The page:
Straw Bale Garden Boxes


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Hello everyone. I just wanted to share one of the projects I started this year with my straw bale garden.
Last year was my first year of straw bale gardening, and while I loved the concept, the bales looked fairly unsightly towards the end of the growing season.
That's when I decided I was going to construct some sort of wooden boxes to hide the rotting bales from view.
It does sacrafice the ability to plant into the sides of the bales, but it also gave me something to support small planter boxes for herbs and flowers.
Before spring, I went and bought some wood and started construction. I'm definitely not a carpenter, so I came up with the best idea I could:
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Hello everyone. I just wanted to share one of the projects I started this year with my straw bale garden.
Last year was my first year of straw bale gardening, and while I loved the concept, the bales looked fairly unsightly towards the end of the growing season.
That's when I decided I was going to construct some sort of wooden boxes to hide the rotting bales from view.
It does sacrafice the ability to plant into the sides of the bales, but it also gave me something to support small planter boxes for herbs and flowers.
Before spring, I went and bought some wood and started construction. I'm definitely not a carpenter, so I came up with the best idea I could:
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Absolutely gorgeous
 
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Thats brilliant
How do you plant into the straw...just looking to educate myself here :)
and what plants do you specifically grow...what works and what doesn't
interesting topic
Regards
C
 
Joined
Mar 16, 2017
Messages
38
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Location
Southern Indiana (zone 6B)
Hardiness Zone
6B
Country
United States
Thats brilliant
How do you plant into the straw...just looking to educate myself here :)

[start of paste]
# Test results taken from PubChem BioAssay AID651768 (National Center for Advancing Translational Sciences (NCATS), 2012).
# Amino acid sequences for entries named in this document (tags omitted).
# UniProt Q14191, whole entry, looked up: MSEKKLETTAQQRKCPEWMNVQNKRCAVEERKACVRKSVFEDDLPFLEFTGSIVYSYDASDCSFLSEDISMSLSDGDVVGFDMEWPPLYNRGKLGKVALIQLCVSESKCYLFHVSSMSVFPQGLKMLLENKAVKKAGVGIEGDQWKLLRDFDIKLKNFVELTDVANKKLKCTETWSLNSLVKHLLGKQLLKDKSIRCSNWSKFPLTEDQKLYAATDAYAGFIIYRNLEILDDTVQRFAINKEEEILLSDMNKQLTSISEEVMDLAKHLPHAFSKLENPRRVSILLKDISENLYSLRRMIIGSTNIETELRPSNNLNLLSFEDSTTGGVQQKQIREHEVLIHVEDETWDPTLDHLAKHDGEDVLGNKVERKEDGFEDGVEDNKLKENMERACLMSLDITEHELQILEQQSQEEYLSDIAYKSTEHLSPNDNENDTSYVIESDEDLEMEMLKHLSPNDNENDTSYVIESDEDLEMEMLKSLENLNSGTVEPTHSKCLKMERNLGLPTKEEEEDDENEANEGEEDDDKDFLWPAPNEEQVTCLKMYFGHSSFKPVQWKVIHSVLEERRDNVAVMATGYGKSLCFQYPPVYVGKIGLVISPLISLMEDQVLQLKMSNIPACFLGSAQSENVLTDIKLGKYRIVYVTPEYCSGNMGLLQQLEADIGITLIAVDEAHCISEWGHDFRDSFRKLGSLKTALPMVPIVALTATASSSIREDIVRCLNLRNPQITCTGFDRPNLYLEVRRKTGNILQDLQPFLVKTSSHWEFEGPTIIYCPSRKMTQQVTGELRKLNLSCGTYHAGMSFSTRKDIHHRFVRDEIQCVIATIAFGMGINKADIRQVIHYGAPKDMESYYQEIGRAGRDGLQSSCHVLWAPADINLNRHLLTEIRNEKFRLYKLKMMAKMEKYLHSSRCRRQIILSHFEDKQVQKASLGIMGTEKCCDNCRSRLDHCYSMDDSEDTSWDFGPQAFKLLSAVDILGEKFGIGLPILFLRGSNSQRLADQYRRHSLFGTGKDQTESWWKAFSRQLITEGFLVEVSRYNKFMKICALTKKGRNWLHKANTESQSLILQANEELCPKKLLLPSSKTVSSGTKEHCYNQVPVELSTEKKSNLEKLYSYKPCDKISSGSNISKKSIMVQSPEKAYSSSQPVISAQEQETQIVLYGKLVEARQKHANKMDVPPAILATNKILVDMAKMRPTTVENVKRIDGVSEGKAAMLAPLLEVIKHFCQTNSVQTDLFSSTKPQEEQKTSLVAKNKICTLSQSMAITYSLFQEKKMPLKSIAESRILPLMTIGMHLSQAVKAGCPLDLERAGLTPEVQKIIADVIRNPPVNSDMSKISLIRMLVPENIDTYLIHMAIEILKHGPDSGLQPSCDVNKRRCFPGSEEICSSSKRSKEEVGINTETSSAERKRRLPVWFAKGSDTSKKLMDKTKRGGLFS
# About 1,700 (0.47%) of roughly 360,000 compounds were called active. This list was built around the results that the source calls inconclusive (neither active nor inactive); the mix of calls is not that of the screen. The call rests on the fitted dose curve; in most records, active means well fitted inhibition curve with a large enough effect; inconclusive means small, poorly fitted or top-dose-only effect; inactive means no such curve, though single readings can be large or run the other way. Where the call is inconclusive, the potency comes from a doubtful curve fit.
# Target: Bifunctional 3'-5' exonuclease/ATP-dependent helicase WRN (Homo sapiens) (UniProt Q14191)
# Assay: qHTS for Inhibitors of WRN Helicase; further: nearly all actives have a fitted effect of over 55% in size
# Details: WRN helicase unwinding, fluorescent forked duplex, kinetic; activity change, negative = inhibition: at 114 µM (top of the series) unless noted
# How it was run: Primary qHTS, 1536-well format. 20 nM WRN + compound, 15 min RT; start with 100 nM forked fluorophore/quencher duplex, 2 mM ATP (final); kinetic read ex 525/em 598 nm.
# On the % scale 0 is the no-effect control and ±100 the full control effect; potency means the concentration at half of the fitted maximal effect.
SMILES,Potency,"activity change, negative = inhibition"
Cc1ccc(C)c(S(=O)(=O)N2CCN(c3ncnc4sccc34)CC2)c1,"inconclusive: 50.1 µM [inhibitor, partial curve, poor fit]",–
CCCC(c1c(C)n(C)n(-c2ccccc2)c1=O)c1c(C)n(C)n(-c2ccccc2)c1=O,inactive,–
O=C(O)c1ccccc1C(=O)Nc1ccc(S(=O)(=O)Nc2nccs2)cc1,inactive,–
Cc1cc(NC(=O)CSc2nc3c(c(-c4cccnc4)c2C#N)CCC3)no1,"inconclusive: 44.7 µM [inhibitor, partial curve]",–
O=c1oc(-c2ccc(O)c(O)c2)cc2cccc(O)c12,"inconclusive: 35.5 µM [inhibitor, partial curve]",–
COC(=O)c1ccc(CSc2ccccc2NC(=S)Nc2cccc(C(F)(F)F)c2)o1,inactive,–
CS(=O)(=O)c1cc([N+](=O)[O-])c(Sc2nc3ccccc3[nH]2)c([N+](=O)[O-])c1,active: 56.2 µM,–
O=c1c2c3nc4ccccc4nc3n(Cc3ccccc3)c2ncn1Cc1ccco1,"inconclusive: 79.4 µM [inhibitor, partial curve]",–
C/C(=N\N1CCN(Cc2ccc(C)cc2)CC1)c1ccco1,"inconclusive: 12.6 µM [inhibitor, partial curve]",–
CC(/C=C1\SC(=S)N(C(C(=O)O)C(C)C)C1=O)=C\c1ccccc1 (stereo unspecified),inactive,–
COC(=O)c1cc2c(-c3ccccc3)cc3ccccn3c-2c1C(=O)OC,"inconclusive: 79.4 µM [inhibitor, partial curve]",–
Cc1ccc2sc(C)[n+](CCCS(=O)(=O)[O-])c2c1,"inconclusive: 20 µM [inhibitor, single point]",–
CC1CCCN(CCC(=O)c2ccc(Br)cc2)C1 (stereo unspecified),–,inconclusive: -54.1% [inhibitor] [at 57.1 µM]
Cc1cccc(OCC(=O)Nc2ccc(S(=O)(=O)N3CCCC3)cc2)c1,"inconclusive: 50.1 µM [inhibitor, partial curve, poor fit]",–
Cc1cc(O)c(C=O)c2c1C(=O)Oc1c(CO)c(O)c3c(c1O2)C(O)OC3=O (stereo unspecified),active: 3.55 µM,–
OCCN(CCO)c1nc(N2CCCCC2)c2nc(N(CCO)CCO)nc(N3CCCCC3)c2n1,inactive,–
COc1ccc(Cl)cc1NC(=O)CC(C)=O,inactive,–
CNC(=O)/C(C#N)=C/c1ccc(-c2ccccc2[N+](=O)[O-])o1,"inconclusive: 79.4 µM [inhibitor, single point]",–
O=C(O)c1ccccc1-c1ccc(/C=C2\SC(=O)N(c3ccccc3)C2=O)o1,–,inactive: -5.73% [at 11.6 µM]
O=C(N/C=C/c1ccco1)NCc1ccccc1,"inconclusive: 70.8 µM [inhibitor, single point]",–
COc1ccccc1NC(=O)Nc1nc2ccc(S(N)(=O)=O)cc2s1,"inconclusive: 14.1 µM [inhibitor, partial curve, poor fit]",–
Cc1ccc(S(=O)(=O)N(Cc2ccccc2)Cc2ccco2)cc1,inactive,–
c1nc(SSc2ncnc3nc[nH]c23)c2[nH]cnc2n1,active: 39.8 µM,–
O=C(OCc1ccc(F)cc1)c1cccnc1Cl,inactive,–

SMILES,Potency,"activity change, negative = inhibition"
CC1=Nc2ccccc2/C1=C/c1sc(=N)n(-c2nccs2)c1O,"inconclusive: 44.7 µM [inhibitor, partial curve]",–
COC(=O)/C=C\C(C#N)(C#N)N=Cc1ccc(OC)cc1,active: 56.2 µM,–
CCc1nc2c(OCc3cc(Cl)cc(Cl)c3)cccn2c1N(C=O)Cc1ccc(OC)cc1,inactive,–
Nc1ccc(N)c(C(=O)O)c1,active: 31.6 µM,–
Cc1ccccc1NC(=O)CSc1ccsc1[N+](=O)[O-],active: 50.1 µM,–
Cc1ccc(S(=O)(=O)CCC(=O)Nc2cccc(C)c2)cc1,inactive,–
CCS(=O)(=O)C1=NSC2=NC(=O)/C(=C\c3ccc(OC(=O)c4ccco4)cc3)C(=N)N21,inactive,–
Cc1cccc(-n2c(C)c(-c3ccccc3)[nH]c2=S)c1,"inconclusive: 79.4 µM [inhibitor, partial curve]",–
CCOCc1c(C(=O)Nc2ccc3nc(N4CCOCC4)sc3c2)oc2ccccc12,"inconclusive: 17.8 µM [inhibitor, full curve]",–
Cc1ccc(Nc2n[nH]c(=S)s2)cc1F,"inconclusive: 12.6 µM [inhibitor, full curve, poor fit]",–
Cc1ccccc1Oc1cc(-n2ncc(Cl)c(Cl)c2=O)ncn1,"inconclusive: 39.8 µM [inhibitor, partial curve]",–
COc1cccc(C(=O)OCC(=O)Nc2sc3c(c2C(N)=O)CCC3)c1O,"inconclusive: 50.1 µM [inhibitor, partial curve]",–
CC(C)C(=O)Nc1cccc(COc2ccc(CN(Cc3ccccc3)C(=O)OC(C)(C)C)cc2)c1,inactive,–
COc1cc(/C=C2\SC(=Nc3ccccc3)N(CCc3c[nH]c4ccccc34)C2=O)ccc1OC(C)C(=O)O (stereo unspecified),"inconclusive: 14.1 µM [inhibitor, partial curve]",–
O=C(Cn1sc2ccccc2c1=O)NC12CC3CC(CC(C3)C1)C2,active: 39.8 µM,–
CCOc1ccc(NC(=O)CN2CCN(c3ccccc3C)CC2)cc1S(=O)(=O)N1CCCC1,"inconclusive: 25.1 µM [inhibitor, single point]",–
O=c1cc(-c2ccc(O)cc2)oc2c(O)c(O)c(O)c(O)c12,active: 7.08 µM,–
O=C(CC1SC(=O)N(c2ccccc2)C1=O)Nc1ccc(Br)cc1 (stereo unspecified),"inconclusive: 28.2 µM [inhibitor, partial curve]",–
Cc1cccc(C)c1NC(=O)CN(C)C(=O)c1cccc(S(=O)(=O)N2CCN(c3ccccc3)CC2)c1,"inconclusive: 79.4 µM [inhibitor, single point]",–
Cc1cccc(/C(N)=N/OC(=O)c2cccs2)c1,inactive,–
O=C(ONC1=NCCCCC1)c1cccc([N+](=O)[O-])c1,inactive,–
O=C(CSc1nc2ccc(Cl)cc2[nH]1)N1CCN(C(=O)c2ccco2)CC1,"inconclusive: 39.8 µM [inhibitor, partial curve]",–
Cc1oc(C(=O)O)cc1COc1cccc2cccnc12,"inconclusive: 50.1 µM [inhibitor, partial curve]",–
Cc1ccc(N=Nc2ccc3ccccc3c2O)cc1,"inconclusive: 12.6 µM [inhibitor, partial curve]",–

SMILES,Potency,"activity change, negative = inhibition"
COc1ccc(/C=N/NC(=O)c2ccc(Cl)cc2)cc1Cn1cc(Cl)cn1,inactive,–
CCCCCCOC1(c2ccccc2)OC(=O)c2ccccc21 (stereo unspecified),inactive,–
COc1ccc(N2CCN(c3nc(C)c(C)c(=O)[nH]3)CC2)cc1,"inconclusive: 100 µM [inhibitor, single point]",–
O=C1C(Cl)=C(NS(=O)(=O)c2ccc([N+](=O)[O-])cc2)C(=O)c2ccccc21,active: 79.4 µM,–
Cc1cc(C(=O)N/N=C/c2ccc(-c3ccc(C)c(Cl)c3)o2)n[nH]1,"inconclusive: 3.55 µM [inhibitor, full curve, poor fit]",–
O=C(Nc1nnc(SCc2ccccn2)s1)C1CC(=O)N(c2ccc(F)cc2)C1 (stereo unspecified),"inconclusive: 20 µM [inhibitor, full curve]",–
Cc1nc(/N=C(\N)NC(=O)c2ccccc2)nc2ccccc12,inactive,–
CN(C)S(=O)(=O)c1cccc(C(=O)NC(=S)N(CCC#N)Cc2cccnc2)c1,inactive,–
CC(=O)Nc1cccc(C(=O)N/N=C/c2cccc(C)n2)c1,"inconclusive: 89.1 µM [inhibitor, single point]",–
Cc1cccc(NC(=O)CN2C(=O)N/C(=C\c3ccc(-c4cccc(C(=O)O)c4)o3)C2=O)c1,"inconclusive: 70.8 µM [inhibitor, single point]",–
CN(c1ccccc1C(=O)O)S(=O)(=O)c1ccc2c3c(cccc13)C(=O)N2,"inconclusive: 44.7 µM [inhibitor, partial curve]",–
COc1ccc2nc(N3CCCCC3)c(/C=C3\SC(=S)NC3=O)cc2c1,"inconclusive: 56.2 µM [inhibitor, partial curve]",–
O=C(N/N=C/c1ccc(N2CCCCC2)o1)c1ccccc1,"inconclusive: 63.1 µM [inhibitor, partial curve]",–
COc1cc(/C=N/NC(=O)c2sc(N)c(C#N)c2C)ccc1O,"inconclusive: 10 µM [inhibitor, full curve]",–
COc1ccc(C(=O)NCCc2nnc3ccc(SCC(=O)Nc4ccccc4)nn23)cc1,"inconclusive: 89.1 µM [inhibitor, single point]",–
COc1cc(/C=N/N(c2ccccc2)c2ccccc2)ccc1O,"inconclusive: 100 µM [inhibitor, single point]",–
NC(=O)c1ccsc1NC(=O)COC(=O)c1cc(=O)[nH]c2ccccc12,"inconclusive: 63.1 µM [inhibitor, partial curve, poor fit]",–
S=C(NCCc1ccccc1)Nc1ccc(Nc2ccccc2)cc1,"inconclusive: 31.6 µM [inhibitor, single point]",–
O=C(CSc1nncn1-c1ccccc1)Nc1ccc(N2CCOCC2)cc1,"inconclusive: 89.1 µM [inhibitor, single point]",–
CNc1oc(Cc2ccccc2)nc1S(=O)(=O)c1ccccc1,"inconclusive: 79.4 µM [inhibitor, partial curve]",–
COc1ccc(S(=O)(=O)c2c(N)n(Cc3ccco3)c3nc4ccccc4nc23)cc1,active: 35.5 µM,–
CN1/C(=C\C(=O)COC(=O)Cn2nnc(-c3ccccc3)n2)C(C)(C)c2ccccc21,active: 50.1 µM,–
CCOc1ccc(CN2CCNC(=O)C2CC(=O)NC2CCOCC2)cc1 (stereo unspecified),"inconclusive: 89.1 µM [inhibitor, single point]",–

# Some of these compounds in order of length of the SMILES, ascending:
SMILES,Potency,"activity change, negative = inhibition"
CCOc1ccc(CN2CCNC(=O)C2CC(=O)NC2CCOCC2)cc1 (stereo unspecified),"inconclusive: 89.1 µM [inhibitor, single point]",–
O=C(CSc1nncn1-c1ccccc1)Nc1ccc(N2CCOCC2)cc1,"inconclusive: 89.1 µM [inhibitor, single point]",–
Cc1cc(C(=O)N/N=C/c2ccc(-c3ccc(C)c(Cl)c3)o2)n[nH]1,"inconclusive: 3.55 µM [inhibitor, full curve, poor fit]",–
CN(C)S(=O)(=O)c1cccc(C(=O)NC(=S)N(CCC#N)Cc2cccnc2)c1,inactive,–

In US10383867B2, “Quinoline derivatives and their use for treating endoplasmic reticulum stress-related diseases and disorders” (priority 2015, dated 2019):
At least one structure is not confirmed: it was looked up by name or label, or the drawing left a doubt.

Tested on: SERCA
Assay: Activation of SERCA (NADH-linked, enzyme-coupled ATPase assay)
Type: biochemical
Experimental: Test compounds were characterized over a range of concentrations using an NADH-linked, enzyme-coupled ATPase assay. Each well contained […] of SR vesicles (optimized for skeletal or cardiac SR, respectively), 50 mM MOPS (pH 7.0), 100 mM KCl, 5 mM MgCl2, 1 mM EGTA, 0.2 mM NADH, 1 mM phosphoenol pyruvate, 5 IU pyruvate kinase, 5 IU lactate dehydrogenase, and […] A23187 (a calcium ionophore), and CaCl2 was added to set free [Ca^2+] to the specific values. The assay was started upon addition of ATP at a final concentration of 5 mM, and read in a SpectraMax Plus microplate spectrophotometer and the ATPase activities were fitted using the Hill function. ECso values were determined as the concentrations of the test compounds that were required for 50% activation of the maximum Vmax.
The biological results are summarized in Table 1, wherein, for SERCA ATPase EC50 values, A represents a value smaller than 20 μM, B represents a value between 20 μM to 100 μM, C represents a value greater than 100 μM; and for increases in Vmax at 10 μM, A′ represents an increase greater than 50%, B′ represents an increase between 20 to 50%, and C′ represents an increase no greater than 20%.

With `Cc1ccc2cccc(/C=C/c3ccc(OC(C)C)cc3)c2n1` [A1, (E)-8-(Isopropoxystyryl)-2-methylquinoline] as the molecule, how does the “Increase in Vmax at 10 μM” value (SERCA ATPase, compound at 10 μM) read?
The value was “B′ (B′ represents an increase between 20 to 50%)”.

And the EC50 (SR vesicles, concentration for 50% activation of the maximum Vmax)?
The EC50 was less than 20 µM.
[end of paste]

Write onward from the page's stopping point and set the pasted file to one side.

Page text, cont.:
and what plants do you specifically grow...what works and what doesn't
interesting topic
Regards
C

Thanks! My girlfriend picked up a book for me called "Straw Bale Gardens" by Joel Karston a couple years ago. I thought it was really interesting, so I started my first experiment with it last year.

The first step for straw bale gardening is conditioning the bales. They have to be fully saturated with water to begin the process, but I got mine early this season and left them out in the weather for a few weeks so I skipped that step.
Then the bales get dosed with high nitrogen ferts and water, and that process takes almost two weeks. The purpose is to get the interior portion of the bales to begin the compost process, and you are basically creating a brand new growing medium that's weed-free except for what tries to grow from the straw itself.
At the end of conditioning, the bales will have cooled back down from the initial heat-up from the compost process, and you can plant directly into them. If planting seeds, you just place a layer of potting mix on top to hold the seeds in place until they can germinate and get roots into the bale.
At the end of the growing season, I took all of the leftover straw and threw it into a wheelbarrow that I left out over winter. This spring it was mostly broken down, so i used it to top dress my squash bed.

This season I have pole beans, cucumbers, broccoli, potatoes and four different types of determinate tomatoes planted directly in the bales. I also had a small crop of radishes that I harvested before the cucumbers began to take off.

Sorry for the long-winded post, but I can talk gardening and plants all day! (My girlfriend can vouch for that too haha!) :ROFLMAO:
 
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Excellent many thanks.....
worth looking into, for me on a smaller scale.
 
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